I wish I could say that the reason that I haven’t blogged in a whole bunch of time was because I was out doing something super-spiritual. Or that I’ve been in some life-or-death struggle. The truth is that the time I’ve spent on blogging in the past I’ve wasted on the new(ish) Civilization game.
Don’t do it. That thing is more addictive than pringles. Or crack.
Anyway, a slightly more respectable thing I’ve been investing my time on is the new Rob Bell book, Love Wins.
It’s… uhm…. pretty much amazing.
I don’t want to review the book right now. I don’t even want to directly address any of his main thesis. Instead, I’d like to explore something that was a bit of a tangent to his main ideas.
He spelled out something that I’ve been trying to put my finger on and express. What he did was ask the question, “According to the Bible, who is saved?”
And what he found was that there was a lot of different ways that the bible answers that question. For example, Luke 18 implies that the Roman Centurion’s faith puts him in better standing than the whole of Israel. In Luke 23, the man on the cross next to Jesus is promised a seat in heaven apparently because he asked. In Mathew 6, though, we’re told that if we don’t forgive others, then God won’t forgive us. A chapter later, the operative issue is doing the will of the father. Three chapters after that, though, we’re told that “those that stand firm will be tested.” And in Luke 19, salvation comes to Zacheus’ house because he’s willing to pay back double of what he cheated others out of.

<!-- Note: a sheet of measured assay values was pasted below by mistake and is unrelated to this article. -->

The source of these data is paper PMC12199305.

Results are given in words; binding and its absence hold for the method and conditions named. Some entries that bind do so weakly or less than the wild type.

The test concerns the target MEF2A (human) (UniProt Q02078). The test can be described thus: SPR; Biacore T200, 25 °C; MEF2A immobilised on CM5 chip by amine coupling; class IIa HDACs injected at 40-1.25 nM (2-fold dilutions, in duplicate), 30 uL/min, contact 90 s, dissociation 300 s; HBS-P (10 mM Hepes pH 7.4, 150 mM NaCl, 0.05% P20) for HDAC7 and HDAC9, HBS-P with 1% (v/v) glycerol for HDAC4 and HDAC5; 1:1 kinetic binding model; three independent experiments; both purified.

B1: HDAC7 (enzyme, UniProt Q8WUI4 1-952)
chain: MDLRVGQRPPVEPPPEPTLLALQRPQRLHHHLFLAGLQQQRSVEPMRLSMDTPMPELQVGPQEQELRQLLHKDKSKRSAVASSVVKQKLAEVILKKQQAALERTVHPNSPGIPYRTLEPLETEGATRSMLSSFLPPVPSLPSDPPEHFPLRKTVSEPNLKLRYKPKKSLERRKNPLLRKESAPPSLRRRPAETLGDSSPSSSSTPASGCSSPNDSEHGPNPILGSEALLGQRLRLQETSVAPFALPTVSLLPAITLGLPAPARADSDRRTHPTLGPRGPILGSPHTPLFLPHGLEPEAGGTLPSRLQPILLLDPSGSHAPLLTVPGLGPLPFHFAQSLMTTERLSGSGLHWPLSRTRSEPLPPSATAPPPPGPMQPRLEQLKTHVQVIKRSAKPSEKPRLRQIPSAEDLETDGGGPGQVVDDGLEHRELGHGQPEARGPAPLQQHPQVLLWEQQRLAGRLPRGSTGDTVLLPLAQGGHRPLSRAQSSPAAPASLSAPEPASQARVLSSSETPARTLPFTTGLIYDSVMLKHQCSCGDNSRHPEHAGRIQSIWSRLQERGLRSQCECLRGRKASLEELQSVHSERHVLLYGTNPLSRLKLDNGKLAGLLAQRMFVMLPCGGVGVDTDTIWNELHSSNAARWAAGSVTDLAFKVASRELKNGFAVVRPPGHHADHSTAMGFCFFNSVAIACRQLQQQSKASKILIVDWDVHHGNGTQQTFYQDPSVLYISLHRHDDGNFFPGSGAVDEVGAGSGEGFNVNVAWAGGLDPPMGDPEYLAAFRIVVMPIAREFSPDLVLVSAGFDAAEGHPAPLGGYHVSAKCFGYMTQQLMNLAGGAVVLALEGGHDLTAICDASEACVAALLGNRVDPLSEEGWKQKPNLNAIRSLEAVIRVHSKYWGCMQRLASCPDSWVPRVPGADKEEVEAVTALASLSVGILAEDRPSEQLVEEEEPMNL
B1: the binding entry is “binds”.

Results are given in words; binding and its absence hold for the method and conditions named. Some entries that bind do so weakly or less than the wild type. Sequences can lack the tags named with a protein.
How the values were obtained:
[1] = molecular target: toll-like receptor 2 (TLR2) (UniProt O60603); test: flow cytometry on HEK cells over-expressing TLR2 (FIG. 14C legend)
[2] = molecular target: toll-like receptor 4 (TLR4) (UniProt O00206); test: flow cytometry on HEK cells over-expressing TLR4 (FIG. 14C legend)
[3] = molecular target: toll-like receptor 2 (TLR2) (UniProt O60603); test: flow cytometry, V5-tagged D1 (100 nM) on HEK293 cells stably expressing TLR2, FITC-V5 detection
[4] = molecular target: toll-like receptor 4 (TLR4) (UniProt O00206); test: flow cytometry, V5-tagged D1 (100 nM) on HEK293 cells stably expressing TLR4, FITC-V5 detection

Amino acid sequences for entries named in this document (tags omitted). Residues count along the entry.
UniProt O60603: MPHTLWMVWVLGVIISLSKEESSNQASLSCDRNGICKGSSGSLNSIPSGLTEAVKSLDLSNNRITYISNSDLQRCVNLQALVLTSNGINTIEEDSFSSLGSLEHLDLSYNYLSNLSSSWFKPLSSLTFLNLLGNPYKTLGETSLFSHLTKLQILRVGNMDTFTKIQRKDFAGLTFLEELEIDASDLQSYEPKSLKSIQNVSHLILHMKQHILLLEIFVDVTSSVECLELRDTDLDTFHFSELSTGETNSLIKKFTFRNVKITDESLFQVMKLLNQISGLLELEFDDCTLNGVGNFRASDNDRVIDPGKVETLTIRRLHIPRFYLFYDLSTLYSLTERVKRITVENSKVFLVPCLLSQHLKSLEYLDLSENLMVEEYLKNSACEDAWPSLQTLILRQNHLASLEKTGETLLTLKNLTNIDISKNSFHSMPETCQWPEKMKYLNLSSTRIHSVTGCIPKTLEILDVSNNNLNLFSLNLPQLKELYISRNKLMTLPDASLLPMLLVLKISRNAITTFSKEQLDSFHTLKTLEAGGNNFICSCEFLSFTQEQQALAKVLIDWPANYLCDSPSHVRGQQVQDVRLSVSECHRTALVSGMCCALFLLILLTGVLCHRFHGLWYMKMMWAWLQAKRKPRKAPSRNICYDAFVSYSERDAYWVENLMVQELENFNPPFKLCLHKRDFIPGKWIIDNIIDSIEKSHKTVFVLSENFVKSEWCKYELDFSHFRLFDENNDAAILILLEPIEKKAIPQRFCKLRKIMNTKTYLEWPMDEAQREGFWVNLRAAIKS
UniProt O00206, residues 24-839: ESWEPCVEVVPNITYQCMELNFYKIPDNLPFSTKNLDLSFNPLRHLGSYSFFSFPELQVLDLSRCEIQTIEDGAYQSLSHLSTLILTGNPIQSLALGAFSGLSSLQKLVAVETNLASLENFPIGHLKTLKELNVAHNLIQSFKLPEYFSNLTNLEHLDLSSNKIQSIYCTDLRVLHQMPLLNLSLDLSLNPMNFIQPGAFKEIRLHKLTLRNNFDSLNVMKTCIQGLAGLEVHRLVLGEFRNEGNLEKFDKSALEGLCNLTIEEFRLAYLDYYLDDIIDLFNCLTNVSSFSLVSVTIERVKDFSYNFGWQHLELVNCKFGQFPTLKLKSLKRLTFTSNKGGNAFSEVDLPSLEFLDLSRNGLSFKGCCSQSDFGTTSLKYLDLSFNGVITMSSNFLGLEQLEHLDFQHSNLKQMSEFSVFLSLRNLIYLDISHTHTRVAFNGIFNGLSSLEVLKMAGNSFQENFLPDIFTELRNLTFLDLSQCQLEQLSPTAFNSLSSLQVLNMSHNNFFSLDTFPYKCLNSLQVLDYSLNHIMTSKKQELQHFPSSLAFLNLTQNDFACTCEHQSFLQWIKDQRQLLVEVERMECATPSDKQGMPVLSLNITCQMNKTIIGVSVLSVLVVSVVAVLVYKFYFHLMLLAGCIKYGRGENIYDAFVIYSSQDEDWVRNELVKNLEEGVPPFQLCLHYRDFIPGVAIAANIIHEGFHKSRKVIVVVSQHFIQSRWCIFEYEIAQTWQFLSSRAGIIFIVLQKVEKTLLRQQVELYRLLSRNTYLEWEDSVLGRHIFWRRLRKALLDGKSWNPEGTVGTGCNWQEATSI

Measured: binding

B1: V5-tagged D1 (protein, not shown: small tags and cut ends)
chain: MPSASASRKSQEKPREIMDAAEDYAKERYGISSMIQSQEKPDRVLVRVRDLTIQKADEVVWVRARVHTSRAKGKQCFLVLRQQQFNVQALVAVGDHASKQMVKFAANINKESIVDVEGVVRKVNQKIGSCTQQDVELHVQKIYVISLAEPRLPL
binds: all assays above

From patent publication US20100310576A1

Bells list continues quite impressively. It can be found on pages 14-18 of the hardcover.
Niether I or Rob Bell are suggesting that the bible is self-contradictory. There is this belief that it’s all about a simple prayer said one time. That belief has a slightly more cosmopolitian sibling. This belief says that believing the contents of that prayer is what it’s all about. (Usually the contents of that pray go something like: Jesus is uniquely the son of God and all humans are sinners who need Jesus sacrifice to be reunited with God.)
It’s not that this belief in either of its forms is wrong. It certainly can be biblically supported. But there’s plenty of other claims which can be equally well justified about how we get to experience new life in Jesus.
My issue is that the traditional view is so narrow and unidismentional. There are so many cases where we feel like we’ve got a monopoly on the truth because we can provide a single verse that implies this. Strangely, we don’t feel obliged to explain other verses which suggest that the picture is wider than our pet understandings.
That is certainly the case here. Belief in Jesus is incredibly important. But I think we start to tread on dangerous ground when we place God in a box by assuming we know what this is definitevely going to look like.